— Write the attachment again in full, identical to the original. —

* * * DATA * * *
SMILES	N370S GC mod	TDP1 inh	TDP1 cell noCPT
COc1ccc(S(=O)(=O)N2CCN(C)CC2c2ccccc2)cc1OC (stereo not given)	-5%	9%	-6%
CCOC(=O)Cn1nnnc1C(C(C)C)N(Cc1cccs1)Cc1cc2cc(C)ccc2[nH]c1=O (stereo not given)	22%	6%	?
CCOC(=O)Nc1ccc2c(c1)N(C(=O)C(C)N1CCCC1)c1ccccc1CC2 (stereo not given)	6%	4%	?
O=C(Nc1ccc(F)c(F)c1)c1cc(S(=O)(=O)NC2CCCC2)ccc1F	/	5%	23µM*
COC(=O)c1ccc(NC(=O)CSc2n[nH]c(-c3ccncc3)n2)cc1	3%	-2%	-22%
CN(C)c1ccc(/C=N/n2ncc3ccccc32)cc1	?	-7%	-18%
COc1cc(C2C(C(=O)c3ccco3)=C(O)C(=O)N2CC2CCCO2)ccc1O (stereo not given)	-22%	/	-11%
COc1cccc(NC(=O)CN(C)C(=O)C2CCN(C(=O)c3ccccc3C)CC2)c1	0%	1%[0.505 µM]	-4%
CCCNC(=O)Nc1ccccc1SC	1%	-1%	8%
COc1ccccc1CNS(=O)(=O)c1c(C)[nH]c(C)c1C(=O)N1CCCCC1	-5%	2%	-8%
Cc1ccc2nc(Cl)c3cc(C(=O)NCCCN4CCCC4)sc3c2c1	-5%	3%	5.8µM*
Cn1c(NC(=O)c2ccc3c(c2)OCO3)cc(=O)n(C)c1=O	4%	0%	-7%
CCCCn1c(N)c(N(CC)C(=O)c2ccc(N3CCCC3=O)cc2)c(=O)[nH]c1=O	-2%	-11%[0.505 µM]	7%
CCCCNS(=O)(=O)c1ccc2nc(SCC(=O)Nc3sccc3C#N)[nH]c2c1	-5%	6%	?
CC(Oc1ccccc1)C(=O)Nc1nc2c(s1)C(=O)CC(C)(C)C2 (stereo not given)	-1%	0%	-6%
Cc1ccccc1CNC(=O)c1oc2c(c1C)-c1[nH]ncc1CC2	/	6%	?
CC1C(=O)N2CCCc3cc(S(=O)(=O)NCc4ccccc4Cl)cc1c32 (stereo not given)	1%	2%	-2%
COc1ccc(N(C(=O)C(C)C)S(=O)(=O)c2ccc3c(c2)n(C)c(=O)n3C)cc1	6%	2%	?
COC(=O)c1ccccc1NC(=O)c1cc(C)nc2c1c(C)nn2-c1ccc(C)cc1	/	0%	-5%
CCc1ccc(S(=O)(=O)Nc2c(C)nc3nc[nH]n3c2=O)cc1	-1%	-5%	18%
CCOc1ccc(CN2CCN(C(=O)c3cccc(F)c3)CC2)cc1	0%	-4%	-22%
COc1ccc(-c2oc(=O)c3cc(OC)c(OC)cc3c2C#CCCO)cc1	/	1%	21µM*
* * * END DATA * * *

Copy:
SMILES	N370S GC mod	TDP1 inh	TDP1 cell noCPT
COc1ccc(S(=O)(=O)N2CCN(C)CC2c2ccccc2)cc1OC (stereo not given)	-5%	9%	-6%
CCOC(=O)Cn1nnnc1C(C(C)C)N(Cc1cccs1)Cc1cc2cc(C)ccc2[nH]c1=O (stereo not given)	22%	6%	?
CCOC(=O)Nc1ccc2c(c1)N(C(=O)C(C)N1CCCC1)c1ccccc1CC2 (stereo not given)	6%	4%	?
O=C(Nc1ccc(F)c(F)c1)c1cc(S(=O)(=O)NC2CCCC2)ccc1F	/	5%	23µM*
COC(=O)c1ccc(NC(=O)CSc2n[nH]c(-c3ccncc3)n2)cc1	3%	-2%	-22%
CN(C)c1ccc(/C=N/n2ncc3ccccc32)cc1	?	-7%	-18%
COc1cc(C2C(C(=O)c3ccco3)=C(O)C(=O)N2CC2CCCO2)ccc1O (stereo not given)	-22%	/	-11%
COc1cccc(NC(=O)CN(C)C(=O)C2CCN(C(=O)c3ccccc3C)CC2)c1	0%	1%[0.505 µM]	-4%
CCCNC(=O)Nc1ccccc1SC	1%	-1%	8%
COc1ccccc1CNS(=O)(=O)c1c(C)[nH]c(C)c1C(=O)N1CCCCC1	-5%	2%	-8%
Cc1ccc2nc(Cl)c3cc(C(=O)NCCCN4CCCC4)sc3c2c1	-5%	3%	5.8µM*
Cn1c(NC(=O)c2ccc3c(c2)OCO3)cc(=O)n(C)c1=O	4%	0%	-7%
CCCCn1c(N)c(N(CC)C(=O)c2ccc(N3CCCC3=O)cc2)c(=O)[nH]c1=O	-2%	-11%[0.505 µM]	7%
CCCCNS(=O)(=O)c1ccc2nc(SCC(=O)Nc3sccc3C#N)[nH]c2c1	-5%	6%	?
CC(Oc1ccccc1)C(=O)Nc1nc2c(s1)C(=O)CC(C)(C)C2 (stereo not given)	-1%	0%	-6%
Cc1ccccc1CNC(=O)c1oc2c(c1C)-c1[nH]ncc1CC2	/	6%	?
CC1C(=O)N2CCCc3cc(S(=O)(=O)NCc4ccccc4Cl)cc1c32 (stereo not given)	1%	2%	-2%
COc1ccc(N(C(=O)C(C)C)S(=O)(=O)c2ccc3c(c2)n(C)c(=O)n3C)cc1	6%	2%	?
COC(=O)c1ccccc1NC(=O)c1cc(C)nc2c1c(C)nn2-c1ccc(C)cc1	/	0%	-5%
CCc1ccc(S(=O)(=O)Nc2c(C)nc3nc[nH]n3c2=O)cc1	-1%	-5%	18%
CCOc1ccc(CN2CCN(C(=O)c3cccc(F)c3)CC2)cc1	0%	-4%	-22%
COc1ccc(-c2oc(=O)c3cc(OC)c(OC)cc3c2C#CCCO)cc1	/	1%	21µM*